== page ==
PFA, aka: PerFluoroAlkoxy is a fluoropolymer with a very similar property profile to the industry standard PTFE. Both fluoropolymers were invented by DuPont Co. What makes PFA unique is that unlike PTFE, PFA is a melt processable material which means it can be injection molded or screw extruded.
PFA is commonly used in equipment and tubing due to its optical transparency and extreme flexibility. In Semiconductor equipment, often PFA is used for tubing due to extreme resistance to chemical attack in corrosive environments. PFAs structure is identical to PTFE’s structure with the exception that it incorporates an oxygen atom replacing one of the fluorine atoms on every other repeating PTFE group, that oxygen atom is saturated with 3 fluorine atoms thus making a super fully fluorinated polymer system. The addition of the chain linkage creates a viscosity more conducive to being melt processable.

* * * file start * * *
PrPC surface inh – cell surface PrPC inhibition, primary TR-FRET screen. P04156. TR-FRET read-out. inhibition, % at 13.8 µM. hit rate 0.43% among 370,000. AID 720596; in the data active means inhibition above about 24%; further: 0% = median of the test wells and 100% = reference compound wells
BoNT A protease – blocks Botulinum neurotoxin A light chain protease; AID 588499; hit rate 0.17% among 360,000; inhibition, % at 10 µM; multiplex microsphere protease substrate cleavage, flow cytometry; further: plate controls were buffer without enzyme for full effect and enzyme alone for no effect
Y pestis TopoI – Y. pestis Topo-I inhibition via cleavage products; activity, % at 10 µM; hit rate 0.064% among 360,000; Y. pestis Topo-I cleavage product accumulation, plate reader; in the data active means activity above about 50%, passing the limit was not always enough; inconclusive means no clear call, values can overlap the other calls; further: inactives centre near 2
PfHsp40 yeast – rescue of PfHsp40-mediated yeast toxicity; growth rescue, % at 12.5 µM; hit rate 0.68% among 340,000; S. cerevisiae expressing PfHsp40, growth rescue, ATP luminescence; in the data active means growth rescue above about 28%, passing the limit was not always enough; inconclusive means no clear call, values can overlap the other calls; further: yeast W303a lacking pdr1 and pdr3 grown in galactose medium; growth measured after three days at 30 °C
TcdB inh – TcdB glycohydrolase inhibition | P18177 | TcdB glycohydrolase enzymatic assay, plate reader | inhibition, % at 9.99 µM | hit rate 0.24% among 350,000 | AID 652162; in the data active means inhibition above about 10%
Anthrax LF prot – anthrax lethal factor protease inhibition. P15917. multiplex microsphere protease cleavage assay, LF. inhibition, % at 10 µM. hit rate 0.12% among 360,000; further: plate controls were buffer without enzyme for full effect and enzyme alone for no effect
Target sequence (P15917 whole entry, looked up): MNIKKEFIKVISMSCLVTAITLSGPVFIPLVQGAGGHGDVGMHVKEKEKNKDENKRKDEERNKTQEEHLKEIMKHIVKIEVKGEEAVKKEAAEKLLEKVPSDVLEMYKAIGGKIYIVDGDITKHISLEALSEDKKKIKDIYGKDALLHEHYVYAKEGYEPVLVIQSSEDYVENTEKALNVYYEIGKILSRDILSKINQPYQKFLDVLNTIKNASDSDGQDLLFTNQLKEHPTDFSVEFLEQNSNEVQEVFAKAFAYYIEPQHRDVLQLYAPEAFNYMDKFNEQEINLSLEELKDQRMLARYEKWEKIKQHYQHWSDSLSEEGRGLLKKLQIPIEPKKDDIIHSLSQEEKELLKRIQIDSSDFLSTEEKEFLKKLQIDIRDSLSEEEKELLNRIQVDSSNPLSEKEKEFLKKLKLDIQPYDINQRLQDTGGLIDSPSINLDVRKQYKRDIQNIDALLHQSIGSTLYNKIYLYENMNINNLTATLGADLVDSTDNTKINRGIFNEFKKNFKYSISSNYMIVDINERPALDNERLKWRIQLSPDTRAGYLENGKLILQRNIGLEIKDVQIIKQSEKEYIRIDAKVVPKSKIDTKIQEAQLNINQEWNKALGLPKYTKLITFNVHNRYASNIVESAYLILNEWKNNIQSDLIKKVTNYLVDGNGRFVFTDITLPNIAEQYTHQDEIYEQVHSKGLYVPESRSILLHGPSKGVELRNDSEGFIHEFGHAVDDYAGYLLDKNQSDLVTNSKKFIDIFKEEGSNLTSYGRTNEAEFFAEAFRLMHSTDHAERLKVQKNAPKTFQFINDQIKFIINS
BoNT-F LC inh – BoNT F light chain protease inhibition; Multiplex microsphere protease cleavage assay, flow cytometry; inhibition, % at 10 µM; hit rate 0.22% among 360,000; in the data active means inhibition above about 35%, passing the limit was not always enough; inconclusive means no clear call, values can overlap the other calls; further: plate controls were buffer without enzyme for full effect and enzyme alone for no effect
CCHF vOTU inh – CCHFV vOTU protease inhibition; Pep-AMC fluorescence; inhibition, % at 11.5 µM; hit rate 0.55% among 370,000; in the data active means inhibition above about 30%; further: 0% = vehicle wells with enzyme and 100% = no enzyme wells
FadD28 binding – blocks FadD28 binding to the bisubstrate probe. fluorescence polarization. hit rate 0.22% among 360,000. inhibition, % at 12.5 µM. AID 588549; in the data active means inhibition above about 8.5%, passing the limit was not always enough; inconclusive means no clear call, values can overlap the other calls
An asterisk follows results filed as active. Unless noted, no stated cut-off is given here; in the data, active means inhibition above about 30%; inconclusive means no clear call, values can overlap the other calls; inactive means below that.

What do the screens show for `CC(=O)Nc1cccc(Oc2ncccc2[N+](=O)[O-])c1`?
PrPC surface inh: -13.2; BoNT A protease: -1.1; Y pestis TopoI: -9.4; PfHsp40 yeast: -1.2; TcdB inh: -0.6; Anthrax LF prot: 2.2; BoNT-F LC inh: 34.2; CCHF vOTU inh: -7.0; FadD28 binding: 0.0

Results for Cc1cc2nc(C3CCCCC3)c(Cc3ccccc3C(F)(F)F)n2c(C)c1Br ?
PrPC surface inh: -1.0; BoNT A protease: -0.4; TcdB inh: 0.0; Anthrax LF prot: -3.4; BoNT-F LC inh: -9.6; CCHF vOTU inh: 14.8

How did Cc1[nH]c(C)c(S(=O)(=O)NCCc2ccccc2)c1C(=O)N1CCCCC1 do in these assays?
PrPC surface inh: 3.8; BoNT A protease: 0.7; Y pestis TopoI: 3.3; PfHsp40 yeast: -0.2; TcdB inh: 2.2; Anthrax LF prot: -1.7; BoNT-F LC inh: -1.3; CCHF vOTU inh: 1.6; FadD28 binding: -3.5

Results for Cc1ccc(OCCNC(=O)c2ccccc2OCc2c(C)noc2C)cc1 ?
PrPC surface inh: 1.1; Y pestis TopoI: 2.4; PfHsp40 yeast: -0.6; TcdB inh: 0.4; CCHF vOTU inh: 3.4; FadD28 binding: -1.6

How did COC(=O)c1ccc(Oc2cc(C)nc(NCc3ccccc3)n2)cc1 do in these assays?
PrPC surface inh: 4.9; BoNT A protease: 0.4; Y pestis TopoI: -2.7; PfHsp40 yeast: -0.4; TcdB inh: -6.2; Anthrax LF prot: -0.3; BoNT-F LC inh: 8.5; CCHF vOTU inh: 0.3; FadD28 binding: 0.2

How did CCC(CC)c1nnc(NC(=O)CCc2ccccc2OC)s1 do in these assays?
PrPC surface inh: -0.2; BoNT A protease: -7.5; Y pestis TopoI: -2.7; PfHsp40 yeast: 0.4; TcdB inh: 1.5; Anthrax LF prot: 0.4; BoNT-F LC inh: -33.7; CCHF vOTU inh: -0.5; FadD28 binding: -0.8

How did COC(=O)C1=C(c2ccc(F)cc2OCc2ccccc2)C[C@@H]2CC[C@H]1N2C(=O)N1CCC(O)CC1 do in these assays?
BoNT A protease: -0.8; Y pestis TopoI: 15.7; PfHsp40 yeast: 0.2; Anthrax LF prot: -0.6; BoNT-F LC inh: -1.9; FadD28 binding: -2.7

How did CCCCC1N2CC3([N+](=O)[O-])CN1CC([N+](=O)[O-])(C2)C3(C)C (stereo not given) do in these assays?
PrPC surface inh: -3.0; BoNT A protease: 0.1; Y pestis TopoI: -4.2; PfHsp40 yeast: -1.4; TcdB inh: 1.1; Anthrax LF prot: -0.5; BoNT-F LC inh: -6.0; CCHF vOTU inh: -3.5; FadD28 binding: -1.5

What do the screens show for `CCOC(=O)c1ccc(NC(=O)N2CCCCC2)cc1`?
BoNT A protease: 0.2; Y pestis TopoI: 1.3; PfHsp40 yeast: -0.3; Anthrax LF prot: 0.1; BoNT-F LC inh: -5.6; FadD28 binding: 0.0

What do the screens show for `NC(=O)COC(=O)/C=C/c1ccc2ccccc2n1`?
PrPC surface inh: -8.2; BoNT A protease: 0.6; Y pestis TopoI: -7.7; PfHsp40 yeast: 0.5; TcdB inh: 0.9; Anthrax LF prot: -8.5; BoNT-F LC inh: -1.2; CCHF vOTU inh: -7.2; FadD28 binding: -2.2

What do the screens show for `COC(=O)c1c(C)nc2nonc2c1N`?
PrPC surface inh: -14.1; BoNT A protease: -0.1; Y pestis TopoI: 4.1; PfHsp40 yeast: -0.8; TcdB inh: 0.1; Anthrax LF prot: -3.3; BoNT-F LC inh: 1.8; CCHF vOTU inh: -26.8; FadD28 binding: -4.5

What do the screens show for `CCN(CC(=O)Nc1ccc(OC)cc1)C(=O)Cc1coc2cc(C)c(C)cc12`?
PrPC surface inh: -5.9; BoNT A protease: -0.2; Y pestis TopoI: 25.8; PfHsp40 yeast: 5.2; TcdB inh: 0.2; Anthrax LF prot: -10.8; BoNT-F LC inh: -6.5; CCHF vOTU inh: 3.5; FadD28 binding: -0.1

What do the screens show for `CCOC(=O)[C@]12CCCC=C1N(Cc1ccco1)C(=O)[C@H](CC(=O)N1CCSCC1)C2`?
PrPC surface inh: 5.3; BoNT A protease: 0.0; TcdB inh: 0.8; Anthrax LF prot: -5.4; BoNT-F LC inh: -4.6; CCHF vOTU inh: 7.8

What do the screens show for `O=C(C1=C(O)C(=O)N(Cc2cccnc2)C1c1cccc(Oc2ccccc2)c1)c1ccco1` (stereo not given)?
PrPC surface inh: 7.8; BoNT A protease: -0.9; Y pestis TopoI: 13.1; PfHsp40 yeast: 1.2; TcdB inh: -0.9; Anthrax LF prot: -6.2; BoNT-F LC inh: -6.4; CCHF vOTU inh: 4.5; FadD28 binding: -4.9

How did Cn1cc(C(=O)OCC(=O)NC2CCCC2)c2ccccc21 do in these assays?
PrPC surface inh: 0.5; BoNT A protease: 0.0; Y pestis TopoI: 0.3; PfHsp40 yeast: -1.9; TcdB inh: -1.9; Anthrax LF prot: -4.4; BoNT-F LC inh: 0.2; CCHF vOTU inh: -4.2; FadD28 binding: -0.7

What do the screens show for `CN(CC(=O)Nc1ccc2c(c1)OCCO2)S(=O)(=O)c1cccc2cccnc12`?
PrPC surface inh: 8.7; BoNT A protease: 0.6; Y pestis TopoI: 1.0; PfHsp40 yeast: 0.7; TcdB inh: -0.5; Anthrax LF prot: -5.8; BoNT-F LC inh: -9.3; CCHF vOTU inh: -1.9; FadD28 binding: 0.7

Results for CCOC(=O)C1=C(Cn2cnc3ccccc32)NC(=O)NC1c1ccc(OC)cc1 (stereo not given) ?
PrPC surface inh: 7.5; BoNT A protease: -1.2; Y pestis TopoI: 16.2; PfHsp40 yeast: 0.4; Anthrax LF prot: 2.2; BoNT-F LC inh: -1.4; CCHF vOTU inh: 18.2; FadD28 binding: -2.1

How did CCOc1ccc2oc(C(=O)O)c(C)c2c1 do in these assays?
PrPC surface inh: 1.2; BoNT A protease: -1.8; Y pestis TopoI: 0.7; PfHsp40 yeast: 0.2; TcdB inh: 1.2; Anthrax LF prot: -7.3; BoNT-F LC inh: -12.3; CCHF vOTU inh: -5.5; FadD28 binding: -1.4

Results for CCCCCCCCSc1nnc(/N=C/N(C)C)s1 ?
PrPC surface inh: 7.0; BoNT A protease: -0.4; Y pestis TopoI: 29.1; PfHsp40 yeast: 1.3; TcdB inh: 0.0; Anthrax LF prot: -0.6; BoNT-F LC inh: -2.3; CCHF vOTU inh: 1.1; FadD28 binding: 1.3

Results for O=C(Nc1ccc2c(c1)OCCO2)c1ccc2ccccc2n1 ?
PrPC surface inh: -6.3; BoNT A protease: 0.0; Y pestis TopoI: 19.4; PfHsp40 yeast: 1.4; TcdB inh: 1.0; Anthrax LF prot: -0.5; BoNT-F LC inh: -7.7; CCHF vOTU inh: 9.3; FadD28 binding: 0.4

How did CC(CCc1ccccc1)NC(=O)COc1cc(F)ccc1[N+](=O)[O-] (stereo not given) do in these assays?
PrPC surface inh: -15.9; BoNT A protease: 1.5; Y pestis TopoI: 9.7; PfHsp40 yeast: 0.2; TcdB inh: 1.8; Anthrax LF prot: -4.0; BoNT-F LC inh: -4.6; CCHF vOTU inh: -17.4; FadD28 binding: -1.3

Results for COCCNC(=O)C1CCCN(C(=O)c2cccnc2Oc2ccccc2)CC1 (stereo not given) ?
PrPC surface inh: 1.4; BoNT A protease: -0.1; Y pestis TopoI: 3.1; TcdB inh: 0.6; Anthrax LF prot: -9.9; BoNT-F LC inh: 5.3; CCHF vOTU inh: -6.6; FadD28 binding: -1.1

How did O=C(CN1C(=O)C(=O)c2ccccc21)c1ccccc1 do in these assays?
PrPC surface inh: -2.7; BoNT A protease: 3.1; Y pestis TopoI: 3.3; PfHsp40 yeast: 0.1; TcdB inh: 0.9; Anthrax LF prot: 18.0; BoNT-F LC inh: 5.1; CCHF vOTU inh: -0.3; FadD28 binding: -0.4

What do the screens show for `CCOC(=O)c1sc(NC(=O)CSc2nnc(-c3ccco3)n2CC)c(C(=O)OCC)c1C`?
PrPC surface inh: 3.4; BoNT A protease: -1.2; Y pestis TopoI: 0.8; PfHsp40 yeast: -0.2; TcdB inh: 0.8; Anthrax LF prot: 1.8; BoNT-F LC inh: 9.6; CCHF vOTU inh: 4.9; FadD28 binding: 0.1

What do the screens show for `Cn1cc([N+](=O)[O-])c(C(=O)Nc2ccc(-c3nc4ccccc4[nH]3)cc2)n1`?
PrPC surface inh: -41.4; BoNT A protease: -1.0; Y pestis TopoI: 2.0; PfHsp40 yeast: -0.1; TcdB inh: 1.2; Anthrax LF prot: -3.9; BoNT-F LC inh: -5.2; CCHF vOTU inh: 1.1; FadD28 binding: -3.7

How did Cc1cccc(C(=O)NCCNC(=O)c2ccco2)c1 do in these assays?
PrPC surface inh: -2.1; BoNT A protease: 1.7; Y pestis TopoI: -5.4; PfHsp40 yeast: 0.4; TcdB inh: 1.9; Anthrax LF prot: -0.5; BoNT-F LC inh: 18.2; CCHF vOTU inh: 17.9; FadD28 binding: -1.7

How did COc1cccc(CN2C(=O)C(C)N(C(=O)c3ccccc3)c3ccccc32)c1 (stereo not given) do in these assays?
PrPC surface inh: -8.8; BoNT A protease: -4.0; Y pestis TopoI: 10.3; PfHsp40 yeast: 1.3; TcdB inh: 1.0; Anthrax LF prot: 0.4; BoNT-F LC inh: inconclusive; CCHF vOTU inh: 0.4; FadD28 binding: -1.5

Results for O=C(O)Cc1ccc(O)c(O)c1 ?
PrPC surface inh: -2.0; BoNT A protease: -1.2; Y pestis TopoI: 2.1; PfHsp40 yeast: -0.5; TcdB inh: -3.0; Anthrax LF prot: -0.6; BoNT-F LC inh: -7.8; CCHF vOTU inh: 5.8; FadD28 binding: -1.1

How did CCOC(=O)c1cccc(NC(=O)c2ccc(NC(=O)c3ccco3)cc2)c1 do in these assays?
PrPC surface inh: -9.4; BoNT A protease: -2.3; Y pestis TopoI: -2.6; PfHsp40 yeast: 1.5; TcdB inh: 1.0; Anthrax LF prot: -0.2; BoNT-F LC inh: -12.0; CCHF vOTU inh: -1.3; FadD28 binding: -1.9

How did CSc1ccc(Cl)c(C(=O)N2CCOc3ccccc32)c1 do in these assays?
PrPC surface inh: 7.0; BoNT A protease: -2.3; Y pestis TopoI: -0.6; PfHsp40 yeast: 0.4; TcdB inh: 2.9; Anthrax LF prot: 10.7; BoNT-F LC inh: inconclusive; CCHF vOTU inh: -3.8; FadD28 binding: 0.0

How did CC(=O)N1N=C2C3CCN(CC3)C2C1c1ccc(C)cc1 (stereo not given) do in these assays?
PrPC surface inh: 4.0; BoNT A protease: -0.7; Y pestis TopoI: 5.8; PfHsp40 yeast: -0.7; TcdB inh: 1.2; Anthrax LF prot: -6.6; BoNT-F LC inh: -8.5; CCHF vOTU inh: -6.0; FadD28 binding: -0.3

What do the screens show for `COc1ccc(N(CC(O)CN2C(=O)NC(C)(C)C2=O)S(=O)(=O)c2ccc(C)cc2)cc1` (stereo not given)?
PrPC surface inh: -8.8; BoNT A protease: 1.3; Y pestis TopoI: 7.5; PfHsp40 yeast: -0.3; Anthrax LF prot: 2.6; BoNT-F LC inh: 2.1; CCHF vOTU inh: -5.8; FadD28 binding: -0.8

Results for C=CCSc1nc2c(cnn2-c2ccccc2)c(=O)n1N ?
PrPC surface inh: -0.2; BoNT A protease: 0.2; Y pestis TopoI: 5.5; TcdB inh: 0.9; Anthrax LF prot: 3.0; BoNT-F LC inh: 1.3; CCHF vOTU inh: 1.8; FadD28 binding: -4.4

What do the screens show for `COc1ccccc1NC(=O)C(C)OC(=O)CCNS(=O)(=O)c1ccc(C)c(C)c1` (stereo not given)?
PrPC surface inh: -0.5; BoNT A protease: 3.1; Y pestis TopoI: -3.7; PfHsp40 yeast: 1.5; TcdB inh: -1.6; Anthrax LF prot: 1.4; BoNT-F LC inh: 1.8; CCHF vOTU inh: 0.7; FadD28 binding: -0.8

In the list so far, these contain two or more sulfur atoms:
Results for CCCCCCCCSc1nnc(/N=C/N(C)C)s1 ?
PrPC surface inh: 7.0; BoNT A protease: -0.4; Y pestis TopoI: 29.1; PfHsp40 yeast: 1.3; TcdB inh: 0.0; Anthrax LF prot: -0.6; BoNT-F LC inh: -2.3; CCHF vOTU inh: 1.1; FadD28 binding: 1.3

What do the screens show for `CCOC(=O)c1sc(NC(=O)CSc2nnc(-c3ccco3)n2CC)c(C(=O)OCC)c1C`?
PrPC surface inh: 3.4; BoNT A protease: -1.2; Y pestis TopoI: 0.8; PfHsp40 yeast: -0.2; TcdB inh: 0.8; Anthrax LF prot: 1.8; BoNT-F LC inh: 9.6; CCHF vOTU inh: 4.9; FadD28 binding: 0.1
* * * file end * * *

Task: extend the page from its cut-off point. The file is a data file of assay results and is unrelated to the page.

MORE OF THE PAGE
|Tensile Strength (ASTM D638, psi)||3,600||4,000|
|Tensile Modulus (ASTM D638, psi)||80,000||80,000|
|Flexural Modulus (ASTM D790, psi)||72,000||96,000|
|Melting Temperature (F)||621||581|
|CLTE (ASTM D695, x 10^-5, in/in/F)||7.5||13|
WHAT MAKES PFA UNIQUE IN TERMS OF APPLICATIONS?
- THERMAL PROPERTIES – due to the high covalent strength between the Fluorine, Oxygen and Carbon atoms, PFA maintains its excellent properties at elevated temperatures such as that of PTFE but better than partially fluorinated polymers
- PROCESSING – PFA offers similar properties as that of PTFE while offering a melt processable solution
- CHEMICAL RESISTANCE – Being a fully fluorinated fort, PFA maintains almost inert chemical resistance even at elevated temperatures. PFA exhibits excellent resistance to strong acids, inorganic bases and oxidizing agents.
- ELECTRICAL PROPERTIES – PFA possesses the dielectric constant of PTFE as well as a similar dissipation factor; however PFA has a dielectric strength of 3-4X higher than that of PTFE.
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